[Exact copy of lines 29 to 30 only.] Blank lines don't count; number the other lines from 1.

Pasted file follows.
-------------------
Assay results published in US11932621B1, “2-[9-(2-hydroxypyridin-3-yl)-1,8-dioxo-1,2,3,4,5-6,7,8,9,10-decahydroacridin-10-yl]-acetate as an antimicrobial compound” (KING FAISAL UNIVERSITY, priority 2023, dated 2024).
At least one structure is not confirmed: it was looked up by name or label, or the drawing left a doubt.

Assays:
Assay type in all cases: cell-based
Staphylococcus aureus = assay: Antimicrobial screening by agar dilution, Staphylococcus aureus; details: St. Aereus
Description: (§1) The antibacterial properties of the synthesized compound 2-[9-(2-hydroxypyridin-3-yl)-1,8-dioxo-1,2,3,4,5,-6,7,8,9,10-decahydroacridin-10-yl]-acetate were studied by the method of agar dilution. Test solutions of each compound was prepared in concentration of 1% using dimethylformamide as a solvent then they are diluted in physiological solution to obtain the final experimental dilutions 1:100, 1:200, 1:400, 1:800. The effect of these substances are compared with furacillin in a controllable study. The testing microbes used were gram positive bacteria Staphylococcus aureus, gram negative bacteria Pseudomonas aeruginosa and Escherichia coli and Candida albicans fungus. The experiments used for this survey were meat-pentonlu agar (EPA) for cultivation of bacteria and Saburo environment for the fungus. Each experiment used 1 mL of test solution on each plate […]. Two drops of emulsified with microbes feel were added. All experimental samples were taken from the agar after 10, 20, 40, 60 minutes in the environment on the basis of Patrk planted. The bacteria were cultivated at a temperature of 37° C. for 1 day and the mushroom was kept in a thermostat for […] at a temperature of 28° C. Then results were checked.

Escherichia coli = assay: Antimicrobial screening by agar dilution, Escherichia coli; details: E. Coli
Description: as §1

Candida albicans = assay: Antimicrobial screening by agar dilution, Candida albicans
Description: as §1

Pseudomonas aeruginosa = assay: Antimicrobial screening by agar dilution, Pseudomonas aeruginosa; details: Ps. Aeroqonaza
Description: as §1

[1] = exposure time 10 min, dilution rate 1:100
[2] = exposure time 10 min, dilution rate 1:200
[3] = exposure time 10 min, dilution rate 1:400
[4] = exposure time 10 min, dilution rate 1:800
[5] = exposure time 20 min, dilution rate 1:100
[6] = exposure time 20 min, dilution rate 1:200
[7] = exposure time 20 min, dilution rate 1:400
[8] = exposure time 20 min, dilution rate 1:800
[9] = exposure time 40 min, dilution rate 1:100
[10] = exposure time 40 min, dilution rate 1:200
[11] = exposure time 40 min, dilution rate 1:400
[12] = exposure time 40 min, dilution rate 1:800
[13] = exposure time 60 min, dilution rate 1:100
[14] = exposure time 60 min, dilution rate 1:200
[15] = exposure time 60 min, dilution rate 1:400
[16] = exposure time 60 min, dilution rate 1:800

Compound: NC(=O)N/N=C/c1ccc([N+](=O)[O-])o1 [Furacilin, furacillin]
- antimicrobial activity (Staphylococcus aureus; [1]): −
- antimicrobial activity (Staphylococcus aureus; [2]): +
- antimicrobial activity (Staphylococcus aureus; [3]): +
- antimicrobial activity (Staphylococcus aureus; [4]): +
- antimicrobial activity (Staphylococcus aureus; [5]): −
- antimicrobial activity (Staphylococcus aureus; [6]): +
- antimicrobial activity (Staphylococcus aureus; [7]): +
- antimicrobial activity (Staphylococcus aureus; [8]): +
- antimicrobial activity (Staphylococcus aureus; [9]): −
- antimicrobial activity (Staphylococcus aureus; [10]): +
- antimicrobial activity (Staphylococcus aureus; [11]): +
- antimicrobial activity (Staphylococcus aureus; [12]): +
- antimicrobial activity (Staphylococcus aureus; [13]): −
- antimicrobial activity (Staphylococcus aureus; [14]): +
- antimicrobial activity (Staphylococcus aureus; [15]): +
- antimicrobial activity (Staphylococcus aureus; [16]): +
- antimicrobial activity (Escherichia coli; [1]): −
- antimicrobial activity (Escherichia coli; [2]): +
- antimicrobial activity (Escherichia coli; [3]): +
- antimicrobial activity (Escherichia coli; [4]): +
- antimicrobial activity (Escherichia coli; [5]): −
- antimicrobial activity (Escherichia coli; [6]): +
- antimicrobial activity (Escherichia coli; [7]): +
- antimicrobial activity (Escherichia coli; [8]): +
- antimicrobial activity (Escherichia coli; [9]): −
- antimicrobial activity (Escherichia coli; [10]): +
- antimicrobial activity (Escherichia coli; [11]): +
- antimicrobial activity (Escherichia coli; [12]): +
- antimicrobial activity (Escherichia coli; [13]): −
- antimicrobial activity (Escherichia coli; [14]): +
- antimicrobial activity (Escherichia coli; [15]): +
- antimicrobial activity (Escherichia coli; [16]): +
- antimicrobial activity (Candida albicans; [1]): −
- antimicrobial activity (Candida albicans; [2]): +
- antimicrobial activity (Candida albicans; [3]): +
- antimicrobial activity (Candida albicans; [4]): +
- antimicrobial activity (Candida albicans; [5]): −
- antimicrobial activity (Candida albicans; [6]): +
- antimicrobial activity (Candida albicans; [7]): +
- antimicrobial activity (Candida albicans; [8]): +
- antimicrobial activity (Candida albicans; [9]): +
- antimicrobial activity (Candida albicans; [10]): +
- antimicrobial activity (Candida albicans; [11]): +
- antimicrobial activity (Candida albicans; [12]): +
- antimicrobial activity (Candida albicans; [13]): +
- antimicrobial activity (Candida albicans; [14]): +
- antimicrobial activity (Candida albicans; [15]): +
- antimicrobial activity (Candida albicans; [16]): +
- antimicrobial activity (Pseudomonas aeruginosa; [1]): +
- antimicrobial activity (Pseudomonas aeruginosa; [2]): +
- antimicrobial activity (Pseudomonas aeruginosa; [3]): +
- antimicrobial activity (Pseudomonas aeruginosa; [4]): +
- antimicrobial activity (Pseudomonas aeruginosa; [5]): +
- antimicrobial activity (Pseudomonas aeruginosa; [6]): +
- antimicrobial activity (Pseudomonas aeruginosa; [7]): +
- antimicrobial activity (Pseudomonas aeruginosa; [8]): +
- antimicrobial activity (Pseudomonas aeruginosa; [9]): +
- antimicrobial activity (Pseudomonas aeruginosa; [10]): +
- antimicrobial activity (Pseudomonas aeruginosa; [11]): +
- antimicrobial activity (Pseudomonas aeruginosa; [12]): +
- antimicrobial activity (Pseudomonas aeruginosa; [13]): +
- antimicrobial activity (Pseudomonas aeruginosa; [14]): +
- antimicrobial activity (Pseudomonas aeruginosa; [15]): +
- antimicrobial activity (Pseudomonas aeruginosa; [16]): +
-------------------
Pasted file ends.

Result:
Compound: NC(=O)N/N=C/c1ccc([N+](=O)[O-])o1 [Furacilin, furacillin]
- antimicrobial activity (Staphylococcus aureus; [1]): −